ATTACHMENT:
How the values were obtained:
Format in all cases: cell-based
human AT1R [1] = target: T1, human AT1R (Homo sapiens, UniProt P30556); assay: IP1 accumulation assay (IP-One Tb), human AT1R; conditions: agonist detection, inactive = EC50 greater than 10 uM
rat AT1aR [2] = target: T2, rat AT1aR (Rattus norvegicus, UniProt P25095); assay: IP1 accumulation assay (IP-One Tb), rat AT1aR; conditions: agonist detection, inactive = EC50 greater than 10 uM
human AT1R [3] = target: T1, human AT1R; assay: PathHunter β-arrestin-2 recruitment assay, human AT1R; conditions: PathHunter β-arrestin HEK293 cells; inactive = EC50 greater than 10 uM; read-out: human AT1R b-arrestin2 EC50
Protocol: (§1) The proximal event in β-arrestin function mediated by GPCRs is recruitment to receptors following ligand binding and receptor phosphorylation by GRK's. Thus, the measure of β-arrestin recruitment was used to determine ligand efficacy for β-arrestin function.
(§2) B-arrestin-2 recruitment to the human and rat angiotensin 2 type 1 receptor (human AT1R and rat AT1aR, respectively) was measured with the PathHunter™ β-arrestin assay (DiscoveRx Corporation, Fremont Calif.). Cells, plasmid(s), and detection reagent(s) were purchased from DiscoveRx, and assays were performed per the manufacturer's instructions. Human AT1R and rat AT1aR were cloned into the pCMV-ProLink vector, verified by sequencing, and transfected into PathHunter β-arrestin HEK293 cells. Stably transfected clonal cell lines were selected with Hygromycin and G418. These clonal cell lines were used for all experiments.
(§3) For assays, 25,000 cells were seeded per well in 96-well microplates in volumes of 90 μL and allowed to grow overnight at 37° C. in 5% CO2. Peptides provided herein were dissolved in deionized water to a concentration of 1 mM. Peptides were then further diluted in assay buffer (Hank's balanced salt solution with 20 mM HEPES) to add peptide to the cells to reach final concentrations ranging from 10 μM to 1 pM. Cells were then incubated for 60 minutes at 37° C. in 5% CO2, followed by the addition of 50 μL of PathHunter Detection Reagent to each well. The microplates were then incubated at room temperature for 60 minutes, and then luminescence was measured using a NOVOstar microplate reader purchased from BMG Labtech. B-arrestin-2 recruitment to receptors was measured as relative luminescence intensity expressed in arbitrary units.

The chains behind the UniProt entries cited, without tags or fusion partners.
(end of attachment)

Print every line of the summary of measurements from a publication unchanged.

How the values were obtained:
Format in all cases: cell-based
human AT1R [1] = target: T1, human AT1R (Homo sapiens, UniProt P30556); assay: IP1 accumulation assay (IP-One Tb), human AT1R; conditions: agonist detection, inactive = EC50 greater than 10 uM
rat AT1aR [2] = target: T2, rat AT1aR (Rattus norvegicus, UniProt P25095); assay: IP1 accumulation assay (IP-One Tb), rat AT1aR; conditions: agonist detection, inactive = EC50 greater than 10 uM
human AT1R [3] = target: T1, human AT1R; assay: PathHunter β-arrestin-2 recruitment assay, human AT1R; conditions: PathHunter β-arrestin HEK293 cells; inactive = EC50 greater than 10 uM; read-out: human AT1R b-arrestin2 EC50
Protocol: (§1) The proximal event in β-arrestin function mediated by GPCRs is recruitment to receptors following ligand binding and receptor phosphorylation by GRK's. Thus, the measure of β-arrestin recruitment was used to determine ligand efficacy for β-arrestin function.
(§2) B-arrestin-2 recruitment to the human and rat angiotensin 2 type 1 receptor (human AT1R and rat AT1aR, respectively) was measured with the PathHunter™ β-arrestin assay (DiscoveRx Corporation, Fremont Calif.). Cells, plasmid(s), and detection reagent(s) were purchased from DiscoveRx, and assays were performed per the manufacturer's instructions. Human AT1R and rat AT1aR were cloned into the pCMV-ProLink vector, verified by sequencing, and transfected into PathHunter β-arrestin HEK293 cells. Stably transfected clonal cell lines were selected with Hygromycin and G418. These clonal cell lines were used for all experiments.
(§3) For assays, 25,000 cells were seeded per well in 96-well microplates in volumes of 90 μL and allowed to grow overnight at 37° C. in 5% CO2. Peptides provided herein were dissolved in deionized water to a concentration of 1 mM. Peptides were then further diluted in assay buffer (Hank's balanced salt solution with 20 mM HEPES) to add peptide to the cells to reach final concentrations ranging from 10 μM to 1 pM. Cells were then incubated for 60 minutes at 37° C. in 5% CO2, followed by the addition of 50 μL of PathHunter Detection Reagent to each well. The microplates were then incubated at room temperature for 60 minutes, and then luminescence was measured using a NOVOstar microplate reader purchased from BMG Labtech. B-arrestin-2 recruitment to receptors was measured as relative luminescence intensity expressed in arbitrary units.

The chains behind the UniProt entries cited, without tags or fusion partners.